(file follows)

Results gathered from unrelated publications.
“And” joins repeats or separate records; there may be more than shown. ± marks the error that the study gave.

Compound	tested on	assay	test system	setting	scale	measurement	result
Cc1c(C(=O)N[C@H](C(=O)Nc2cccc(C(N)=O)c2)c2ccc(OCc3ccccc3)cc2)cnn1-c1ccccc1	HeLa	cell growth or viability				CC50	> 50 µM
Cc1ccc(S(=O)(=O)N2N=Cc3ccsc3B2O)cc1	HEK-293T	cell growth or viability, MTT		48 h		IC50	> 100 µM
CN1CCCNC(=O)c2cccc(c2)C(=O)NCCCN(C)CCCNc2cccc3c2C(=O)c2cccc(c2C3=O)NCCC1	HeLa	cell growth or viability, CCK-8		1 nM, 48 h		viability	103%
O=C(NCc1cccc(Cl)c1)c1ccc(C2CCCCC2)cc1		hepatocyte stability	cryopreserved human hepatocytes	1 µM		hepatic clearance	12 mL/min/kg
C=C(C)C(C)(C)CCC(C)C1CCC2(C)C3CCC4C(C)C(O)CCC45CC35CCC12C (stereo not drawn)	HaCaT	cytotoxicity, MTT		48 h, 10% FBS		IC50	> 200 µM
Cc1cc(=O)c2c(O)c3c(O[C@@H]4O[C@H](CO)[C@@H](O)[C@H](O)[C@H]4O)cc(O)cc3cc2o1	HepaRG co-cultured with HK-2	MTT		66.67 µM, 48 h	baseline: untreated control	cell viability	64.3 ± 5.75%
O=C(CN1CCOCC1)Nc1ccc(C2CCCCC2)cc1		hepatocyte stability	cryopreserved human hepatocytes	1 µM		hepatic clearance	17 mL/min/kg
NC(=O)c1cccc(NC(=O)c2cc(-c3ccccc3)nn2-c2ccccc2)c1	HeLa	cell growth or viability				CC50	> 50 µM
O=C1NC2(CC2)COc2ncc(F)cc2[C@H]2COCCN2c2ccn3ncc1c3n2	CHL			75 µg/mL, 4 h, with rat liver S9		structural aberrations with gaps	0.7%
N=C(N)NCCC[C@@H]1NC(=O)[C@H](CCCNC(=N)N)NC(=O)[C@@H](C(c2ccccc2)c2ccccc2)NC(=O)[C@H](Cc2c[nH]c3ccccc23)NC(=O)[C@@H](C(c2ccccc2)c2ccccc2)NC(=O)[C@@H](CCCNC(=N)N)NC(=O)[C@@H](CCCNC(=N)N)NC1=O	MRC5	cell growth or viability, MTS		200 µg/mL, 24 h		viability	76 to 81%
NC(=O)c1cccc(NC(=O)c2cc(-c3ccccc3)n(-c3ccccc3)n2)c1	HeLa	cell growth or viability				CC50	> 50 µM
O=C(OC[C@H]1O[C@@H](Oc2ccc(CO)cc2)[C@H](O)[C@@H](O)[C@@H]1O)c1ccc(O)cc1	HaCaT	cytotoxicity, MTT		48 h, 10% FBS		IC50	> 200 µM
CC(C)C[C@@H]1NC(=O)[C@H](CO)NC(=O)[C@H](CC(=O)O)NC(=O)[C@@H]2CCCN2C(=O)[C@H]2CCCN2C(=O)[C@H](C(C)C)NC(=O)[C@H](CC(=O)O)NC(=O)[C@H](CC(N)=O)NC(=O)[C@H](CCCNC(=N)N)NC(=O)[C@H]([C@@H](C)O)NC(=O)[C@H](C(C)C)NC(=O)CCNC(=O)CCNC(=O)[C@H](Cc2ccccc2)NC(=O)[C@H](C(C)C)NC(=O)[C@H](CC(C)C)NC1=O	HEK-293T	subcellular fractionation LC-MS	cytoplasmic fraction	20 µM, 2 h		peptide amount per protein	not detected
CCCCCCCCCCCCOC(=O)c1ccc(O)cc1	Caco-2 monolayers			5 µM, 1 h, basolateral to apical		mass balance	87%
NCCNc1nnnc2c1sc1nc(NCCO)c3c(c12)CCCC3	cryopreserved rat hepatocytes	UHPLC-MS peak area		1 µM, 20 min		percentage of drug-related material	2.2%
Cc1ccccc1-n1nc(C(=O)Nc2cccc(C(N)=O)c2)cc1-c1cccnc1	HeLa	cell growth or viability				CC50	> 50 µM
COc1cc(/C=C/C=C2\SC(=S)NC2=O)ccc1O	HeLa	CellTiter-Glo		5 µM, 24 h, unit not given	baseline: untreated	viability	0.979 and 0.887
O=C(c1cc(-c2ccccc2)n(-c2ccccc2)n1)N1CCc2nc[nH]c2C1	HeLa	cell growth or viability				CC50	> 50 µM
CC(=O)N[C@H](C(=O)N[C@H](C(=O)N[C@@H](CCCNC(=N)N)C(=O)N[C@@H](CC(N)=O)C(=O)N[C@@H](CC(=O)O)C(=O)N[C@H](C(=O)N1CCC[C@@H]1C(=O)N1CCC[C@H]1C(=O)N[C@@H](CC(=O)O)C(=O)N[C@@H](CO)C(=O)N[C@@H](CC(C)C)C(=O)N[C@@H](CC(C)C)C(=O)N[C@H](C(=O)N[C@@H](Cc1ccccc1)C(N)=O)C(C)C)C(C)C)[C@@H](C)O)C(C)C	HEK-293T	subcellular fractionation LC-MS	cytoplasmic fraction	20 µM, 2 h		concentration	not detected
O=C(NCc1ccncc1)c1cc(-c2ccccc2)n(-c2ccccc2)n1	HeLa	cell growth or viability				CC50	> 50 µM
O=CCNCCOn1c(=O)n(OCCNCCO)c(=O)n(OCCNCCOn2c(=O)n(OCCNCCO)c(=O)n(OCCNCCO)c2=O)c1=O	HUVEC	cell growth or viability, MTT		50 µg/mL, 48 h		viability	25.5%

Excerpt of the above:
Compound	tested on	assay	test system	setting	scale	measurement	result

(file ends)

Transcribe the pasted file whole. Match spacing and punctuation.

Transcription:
Results gathered from unrelated publications.
“And” joins repeats or separate records; there may be more than shown. ± marks the error that the study gave.

Compound	tested on	assay	test system	setting	scale	measurement	result
Cc1c(C(=O)N[C@H](C(=O)Nc2cccc(C(N)=O)c2)c2ccc(OCc3ccccc3)cc2)cnn1-c1ccccc1	HeLa	cell growth or viability				CC50	> 50 µM
Cc1ccc(S(=O)(=O)N2N=Cc3ccsc3B2O)cc1	HEK-293T	cell growth or viability, MTT		48 h		IC50	> 100 µM
CN1CCCNC(=O)c2cccc(c2)C(=O)NCCCN(C)CCCNc2cccc3c2C(=O)c2cccc(c2C3=O)NCCC1	HeLa	cell growth or viability, CCK-8		1 nM, 48 h		viability	103%
O=C(NCc1cccc(Cl)c1)c1ccc(C2CCCCC2)cc1		hepatocyte stability	cryopreserved human hepatocytes	1 µM		hepatic clearance	12 mL/min/kg
C=C(C)C(C)(C)CCC(C)C1CCC2(C)C3CCC4C(C)C(O)CCC45CC35CCC12C (stereo not drawn)	HaCaT	cytotoxicity, MTT		48 h, 10% FBS		IC50	> 200 µM
Cc1cc(=O)c2c(O)c3c(O[C@@H]4O[C@H](CO)[C@@H](O)[C@H](O)[C@H]4O)cc(O)cc3cc2o1	HepaRG co-cultured with HK-2	MTT		66.67 µM, 48 h	baseline: untreated control	cell viability	64.3 ± 5.75%
O=C(CN1CCOCC1)Nc1ccc(C2CCCCC2)cc1		hepatocyte stability	cryopreserved human hepatocytes	1 µM		hepatic clearance	17 mL/min/kg
NC(=O)c1cccc(NC(=O)c2cc(-c3ccccc3)nn2-c2ccccc2)c1	HeLa	cell growth or viability				CC50	> 50 µM
O=C1NC2(CC2)COc2ncc(F)cc2[C@H]2COCCN2c2ccn3ncc1c3n2	CHL			75 µg/mL, 4 h, with rat liver S9		structural aberrations with gaps	0.7%
N=C(N)NCCC[C@@H]1NC(=O)[C@H](CCCNC(=N)N)NC(=O)[C@@H](C(c2ccccc2)c2ccccc2)NC(=O)[C@H](Cc2c[nH]c3ccccc23)NC(=O)[C@@H](C(c2ccccc2)c2ccccc2)NC(=O)[C@@H](CCCNC(=N)N)NC(=O)[C@@H](CCCNC(=N)N)NC1=O	MRC5	cell growth or viability, MTS		200 µg/mL, 24 h		viability	76 to 81%
NC(=O)c1cccc(NC(=O)c2cc(-c3ccccc3)n(-c3ccccc3)n2)c1	HeLa	cell growth or viability				CC50	> 50 µM
O=C(OC[C@H]1O[C@@H](Oc2ccc(CO)cc2)[C@H](O)[C@@H](O)[C@@H]1O)c1ccc(O)cc1	HaCaT	cytotoxicity, MTT		48 h, 10% FBS		IC50	> 200 µM
CC(C)C[C@@H]1NC(=O)[C@H](CO)NC(=O)[C@H](CC(=O)O)NC(=O)[C@@H]2CCCN2C(=O)[C@H]2CCCN2C(=O)[C@H](C(C)C)NC(=O)[C@H](CC(=O)O)NC(=O)[C@H](CC(N)=O)NC(=O)[C@H](CCCNC(=N)N)NC(=O)[C@H]([C@@H](C)O)NC(=O)[C@H](C(C)C)NC(=O)CCNC(=O)CCNC(=O)[C@H](Cc2ccccc2)NC(=O)[C@H](C(C)C)NC(=O)[C@H](CC(C)C)NC1=O	HEK-293T	subcellular fractionation LC-MS	cytoplasmic fraction	20 µM, 2 h		peptide amount per protein	not detected
CCCCCCCCCCCCOC(=O)c1ccc(O)cc1	Caco-2 monolayers			5 µM, 1 h, basolateral to apical		mass balance	87%
NCCNc1nnnc2c1sc1nc(NCCO)c3c(c12)CCCC3	cryopreserved rat hepatocytes	UHPLC-MS peak area		1 µM, 20 min		percentage of drug-related material	2.2%
Cc1ccccc1-n1nc(C(=O)Nc2cccc(C(N)=O)c2)cc1-c1cccnc1	HeLa	cell growth or viability				CC50	> 50 µM
COc1cc(/C=C/C=C2\SC(=S)NC2=O)ccc1O	HeLa	CellTiter-Glo		5 µM, 24 h, unit not given	baseline: untreated	viability	0.979 and 0.887
O=C(c1cc(-c2ccccc2)n(-c2ccccc2)n1)N1CCc2nc[nH]c2C1	HeLa	cell growth or viability				CC50	> 50 µM
CC(=O)N[C@H](C(=O)N[C@H](C(=O)N[C@@H](CCCNC(=N)N)C(=O)N[C@@H](CC(N)=O)C(=O)N[C@@H](CC(=O)O)C(=O)N[C@H](C(=O)N1CCC[C@@H]1C(=O)N1CCC[C@H]1C(=O)N[C@@H](CC(=O)O)C(=O)N[C@@H](CO)C(=O)N[C@@H](CC(C)C)C(=O)N[C@@H](CC(C)C)C(=O)N[C@H](C(=O)N[C@@H](Cc1ccccc1)C(N)=O)C(C)C)C(C)C)[C@@H](C)O)C(C)C	HEK-293T	subcellular fractionation LC-MS	cytoplasmic fraction	20 µM, 2 h		concentration	not detected
O=C(NCc1ccncc1)c1cc(-c2ccccc2)n(-c2ccccc2)n1	HeLa	cell growth or viability				CC50	> 50 µM
O=CCNCCOn1c(=O)n(OCCNCCO)c(=O)n(OCCNCCOn2c(=O)n(OCCNCCO)c(=O)n(OCCNCCO)c2=O)c1=O	HUVEC	cell growth or viability, MTT		50 µg/mL, 48 h		viability	25.5%

Excerpt of the above:
Compound	tested on	assay	test system	setting	scale	measurement	result